other than how much more of what Mahler is trying to say is carried by his
orchestral palette - but I think I knew that anyway. There is also that question
of phrasing, especially in the faster sections, that takes some swallowing
even when you judge the music as presented here. The transcription seems
to be telling us that so much of the way Mahler wrote what he wrote is governed
by the fact that he had an orchestra in his head from the start.
You might expect the fourth movement Adagietto to work best. With one
instrumental sound in the orchestra the organ version should be less of a
problem for our "new ears" as they can concentrate on the line of the music
rather than the timbre and so there is greater opportunity for listening
without prejudice. Isn't there ? Well, for me, this is the least successful
movement on the organ. For one thing it's unsuited to deliver the passages
written for high violins and nothing seems to be gained from so much being
transposed down. (There are many transpositions right the way through the
work.) And this is also intimate music, permeated with nostalgia, that Mahler
may have meant as a love letter to Alma. As the movement progresses and the
sound of the organ swells, any intimacy is dissipated. At the climax all
we are left with is grandeur and portent which I don't believe is what Mahler
wanted and which this music cannot really deliver.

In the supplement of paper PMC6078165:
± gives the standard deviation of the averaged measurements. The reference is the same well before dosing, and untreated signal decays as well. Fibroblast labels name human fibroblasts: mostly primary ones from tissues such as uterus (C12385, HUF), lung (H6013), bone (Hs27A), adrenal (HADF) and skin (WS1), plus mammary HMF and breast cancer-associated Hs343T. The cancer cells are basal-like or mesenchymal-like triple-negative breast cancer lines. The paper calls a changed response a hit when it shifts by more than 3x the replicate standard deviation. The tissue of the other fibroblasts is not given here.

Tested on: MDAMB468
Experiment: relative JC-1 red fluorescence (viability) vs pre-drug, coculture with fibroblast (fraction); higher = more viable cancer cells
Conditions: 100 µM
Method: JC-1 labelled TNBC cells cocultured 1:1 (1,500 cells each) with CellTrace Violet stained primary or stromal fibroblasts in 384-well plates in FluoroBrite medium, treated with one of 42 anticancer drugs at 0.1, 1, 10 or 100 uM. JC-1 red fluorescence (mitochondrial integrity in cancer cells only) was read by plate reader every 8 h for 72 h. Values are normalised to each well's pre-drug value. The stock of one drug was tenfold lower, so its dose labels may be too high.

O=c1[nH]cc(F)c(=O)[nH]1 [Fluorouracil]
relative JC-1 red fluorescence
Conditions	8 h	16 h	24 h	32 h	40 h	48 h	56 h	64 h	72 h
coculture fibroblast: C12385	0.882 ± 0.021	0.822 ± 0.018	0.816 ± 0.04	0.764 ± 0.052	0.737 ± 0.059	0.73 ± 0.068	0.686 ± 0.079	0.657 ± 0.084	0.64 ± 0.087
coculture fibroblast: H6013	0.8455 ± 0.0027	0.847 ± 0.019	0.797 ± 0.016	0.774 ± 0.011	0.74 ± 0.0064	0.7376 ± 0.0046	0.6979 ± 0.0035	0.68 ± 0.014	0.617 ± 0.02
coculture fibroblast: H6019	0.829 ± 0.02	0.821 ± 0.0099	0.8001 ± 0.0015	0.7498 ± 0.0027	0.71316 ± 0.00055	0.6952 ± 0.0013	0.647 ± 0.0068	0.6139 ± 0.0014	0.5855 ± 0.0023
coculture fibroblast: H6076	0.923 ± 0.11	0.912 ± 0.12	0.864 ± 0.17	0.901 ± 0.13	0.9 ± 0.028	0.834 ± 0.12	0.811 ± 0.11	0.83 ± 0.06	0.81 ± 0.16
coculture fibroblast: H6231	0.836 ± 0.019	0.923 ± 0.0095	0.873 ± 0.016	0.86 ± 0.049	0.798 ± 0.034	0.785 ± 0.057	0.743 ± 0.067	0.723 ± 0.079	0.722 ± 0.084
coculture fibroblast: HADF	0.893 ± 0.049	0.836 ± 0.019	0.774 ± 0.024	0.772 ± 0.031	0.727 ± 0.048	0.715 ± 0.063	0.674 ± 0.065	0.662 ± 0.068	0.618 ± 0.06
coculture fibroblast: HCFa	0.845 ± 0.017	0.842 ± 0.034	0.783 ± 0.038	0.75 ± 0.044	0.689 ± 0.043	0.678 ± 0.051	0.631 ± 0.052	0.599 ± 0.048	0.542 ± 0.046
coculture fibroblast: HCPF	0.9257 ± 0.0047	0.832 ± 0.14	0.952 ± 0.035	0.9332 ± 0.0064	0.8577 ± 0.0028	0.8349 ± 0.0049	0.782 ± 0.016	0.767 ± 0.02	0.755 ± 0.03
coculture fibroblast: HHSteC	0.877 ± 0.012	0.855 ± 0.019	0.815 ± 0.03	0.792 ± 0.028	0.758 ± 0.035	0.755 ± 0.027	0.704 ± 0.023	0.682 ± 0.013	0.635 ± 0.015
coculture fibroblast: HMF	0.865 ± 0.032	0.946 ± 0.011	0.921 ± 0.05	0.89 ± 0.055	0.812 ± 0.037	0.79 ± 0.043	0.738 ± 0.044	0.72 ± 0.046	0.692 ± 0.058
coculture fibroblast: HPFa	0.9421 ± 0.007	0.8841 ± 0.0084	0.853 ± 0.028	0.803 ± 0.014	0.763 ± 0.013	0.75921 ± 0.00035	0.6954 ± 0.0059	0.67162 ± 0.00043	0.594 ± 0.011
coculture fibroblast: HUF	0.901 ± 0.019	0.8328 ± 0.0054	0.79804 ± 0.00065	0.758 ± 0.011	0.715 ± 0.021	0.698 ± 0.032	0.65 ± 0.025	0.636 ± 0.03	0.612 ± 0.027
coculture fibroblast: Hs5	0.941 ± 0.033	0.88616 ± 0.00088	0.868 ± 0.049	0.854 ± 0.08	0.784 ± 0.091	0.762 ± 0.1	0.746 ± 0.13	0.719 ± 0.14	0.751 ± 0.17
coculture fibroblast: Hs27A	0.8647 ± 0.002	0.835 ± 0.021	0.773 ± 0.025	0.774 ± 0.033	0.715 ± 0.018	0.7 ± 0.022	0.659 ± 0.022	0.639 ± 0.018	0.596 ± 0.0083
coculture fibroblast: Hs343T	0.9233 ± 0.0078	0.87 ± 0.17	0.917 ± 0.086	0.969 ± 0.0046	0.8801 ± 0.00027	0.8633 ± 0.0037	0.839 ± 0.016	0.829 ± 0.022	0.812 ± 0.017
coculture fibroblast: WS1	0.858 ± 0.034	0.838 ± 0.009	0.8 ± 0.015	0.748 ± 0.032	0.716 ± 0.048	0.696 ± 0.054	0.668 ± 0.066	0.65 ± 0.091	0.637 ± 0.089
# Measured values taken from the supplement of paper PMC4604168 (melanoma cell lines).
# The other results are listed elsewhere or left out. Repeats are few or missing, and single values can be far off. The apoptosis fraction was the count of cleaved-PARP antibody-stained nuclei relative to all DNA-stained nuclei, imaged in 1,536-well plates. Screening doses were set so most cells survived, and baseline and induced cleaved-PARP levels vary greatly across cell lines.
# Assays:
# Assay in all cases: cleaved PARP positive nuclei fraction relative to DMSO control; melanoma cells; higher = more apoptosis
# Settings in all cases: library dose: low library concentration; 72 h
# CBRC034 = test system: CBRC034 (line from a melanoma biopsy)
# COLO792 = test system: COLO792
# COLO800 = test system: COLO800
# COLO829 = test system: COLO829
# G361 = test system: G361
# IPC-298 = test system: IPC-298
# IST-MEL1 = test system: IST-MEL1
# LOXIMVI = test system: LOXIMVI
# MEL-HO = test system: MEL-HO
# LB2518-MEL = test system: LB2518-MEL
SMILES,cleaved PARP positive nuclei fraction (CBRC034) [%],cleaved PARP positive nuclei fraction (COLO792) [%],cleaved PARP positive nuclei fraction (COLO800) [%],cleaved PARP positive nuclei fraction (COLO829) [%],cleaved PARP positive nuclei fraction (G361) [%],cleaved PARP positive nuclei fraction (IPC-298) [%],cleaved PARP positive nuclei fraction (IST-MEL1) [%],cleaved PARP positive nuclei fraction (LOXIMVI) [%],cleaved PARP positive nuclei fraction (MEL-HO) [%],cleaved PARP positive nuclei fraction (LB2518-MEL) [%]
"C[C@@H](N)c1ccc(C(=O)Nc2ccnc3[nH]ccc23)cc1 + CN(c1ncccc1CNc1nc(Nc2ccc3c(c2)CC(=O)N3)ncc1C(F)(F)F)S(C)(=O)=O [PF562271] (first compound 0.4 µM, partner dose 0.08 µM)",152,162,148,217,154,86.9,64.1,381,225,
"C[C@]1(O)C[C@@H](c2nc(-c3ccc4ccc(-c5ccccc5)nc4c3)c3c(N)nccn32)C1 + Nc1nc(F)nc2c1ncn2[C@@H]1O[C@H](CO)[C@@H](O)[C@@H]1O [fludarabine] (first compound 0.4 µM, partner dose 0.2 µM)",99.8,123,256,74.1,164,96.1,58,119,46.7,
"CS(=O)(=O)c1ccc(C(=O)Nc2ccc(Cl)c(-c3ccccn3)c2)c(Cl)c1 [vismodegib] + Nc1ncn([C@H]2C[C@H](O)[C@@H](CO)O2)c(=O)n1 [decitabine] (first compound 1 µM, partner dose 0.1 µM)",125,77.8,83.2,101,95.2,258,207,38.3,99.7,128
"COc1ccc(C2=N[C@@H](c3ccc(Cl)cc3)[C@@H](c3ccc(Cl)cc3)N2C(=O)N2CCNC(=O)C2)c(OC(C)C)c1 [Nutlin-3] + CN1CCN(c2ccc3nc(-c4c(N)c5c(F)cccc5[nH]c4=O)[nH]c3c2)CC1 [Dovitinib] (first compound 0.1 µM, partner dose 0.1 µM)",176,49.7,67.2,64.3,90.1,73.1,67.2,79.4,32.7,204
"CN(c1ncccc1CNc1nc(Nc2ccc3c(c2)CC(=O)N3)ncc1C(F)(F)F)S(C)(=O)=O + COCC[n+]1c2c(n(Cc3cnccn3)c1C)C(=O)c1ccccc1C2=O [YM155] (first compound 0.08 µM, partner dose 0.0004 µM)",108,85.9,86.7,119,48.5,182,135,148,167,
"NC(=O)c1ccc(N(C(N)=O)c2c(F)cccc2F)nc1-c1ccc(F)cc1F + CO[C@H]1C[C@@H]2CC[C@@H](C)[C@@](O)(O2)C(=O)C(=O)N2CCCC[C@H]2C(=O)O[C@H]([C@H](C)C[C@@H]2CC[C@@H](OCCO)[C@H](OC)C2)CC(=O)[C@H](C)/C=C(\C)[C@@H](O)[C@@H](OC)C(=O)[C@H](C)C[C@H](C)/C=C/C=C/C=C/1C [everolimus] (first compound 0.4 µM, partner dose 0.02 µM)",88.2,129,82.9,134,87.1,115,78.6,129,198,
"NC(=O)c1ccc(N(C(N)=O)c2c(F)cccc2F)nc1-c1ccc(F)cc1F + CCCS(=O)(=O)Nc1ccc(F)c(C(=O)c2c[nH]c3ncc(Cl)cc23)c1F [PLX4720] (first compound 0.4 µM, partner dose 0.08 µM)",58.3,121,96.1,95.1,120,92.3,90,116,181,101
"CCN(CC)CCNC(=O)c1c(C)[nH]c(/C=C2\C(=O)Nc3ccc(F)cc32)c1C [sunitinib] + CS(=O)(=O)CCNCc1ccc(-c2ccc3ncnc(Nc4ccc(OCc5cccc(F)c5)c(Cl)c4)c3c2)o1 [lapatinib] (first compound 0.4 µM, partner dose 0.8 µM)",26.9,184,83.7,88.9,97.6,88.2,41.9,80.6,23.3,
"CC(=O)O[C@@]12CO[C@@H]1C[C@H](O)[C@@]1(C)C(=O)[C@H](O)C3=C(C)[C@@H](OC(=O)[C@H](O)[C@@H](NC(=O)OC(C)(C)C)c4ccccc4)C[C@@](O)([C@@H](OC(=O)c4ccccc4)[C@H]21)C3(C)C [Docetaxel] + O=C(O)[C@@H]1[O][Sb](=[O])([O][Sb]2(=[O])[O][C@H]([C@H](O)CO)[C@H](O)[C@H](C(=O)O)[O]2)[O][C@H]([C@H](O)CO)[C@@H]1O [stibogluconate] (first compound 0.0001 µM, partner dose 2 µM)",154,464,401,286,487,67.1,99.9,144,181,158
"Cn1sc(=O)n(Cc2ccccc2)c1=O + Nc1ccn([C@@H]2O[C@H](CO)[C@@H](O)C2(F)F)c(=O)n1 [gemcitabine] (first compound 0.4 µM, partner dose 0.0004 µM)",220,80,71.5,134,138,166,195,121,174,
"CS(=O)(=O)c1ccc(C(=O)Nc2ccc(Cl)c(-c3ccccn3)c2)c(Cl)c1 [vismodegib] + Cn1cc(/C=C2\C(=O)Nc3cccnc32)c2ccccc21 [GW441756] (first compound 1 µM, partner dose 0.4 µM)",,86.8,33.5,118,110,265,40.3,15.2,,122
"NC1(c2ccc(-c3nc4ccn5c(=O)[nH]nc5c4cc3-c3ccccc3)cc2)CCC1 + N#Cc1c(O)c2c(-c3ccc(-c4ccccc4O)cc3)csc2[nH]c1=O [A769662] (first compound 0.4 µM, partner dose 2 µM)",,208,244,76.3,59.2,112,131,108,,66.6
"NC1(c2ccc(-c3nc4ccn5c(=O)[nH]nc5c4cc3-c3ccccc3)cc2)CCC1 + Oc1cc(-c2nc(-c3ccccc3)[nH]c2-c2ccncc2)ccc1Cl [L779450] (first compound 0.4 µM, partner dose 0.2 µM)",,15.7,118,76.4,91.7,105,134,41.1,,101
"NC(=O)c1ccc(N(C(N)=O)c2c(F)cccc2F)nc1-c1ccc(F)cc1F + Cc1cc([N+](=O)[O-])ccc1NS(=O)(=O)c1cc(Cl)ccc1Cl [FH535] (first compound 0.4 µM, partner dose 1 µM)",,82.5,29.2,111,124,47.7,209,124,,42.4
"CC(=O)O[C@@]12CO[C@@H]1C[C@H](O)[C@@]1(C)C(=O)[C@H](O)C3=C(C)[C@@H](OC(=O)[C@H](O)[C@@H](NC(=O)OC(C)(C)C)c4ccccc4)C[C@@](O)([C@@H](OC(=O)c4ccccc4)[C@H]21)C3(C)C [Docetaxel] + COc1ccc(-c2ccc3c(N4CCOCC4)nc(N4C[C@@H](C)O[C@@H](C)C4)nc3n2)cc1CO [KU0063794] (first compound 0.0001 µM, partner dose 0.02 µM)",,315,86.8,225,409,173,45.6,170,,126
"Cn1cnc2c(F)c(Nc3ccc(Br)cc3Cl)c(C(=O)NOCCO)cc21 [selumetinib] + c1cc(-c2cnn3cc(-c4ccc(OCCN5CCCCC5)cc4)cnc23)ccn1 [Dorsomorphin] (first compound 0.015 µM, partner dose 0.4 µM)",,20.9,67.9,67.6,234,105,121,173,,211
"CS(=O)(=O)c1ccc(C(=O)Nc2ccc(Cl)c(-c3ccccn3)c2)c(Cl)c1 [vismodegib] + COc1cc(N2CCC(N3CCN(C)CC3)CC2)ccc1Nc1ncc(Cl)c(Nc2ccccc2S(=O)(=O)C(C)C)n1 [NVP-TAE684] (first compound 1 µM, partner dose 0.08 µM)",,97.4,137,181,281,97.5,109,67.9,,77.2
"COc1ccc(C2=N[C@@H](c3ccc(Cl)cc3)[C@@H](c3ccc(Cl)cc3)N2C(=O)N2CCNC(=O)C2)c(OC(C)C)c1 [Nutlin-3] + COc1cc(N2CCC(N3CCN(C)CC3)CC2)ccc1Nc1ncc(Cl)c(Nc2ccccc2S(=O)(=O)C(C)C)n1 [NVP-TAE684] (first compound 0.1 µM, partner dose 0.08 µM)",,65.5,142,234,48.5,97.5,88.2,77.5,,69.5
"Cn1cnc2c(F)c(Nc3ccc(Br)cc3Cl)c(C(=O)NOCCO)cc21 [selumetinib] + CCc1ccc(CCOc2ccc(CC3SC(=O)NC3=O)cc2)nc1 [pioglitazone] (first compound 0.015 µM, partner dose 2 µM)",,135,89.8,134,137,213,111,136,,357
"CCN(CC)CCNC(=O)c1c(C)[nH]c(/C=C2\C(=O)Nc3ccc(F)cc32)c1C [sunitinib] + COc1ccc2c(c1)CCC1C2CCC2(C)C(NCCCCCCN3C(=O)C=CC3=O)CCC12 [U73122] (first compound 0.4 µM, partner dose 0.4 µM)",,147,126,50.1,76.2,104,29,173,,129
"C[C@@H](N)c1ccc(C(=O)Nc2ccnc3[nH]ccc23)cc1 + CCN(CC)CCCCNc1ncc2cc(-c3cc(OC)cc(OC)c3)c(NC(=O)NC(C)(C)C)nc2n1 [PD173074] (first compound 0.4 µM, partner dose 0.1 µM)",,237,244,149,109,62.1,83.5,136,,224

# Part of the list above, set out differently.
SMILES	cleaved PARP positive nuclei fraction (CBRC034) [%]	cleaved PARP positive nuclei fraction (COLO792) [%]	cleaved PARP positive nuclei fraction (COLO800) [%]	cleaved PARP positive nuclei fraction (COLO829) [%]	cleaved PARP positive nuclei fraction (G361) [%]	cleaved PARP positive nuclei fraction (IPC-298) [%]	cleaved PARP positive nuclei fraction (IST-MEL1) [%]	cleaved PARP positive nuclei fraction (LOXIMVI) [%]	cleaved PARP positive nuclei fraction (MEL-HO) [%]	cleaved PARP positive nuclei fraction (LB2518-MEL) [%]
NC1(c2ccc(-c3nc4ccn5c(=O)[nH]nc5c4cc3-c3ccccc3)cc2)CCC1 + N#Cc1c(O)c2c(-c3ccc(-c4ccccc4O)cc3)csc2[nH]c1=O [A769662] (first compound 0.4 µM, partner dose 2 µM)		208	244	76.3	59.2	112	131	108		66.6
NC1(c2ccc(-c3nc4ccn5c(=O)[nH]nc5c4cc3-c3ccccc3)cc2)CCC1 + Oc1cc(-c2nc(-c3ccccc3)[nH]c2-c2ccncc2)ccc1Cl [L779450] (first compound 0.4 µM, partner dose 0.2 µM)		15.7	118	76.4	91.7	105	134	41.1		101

On its own terms the last movement works best. This is probably because there
are expanses of fugue which work superbly on an organ as well as more
straightforward orchestration where special effects aren't really used. There
is also the return of the Adagietto music, and the chorale from the second
movement, and the latter works well here again. Indeed there is about this
movement the air of a great piece of improvisation, music tumbling out of
the head, and it made me think back to Mahler's original with something positive
I can imagine the kind of music lovers who would enjoy this CD. They would
be fans of the cathedral organ and fine playing of it who might additionally
know Mahler's music and so for whom hearing it on their favourite instrument
would strike them as some kind of Heaven. If you fall into either or both
categories, buy with confidence.
It isn't hard to see why a brilliant organist like David Briggs, with a superb
instrument like Gloucester Cathedral's, would want to make this project possible.
"My own relationship with Mahler's Fifth Symphony," he tells us, "started
at the age of fourteen when, as a viola player in the National Youth Orchestra,
I was completely overawed by the extraordinary intensity and excitement of
this music. To make an organ transcription has long been a personal ambition."
At the start I asked why would he find it necessary to transcribe this work
and I think he has just given us the answer. Because he wanted to. And because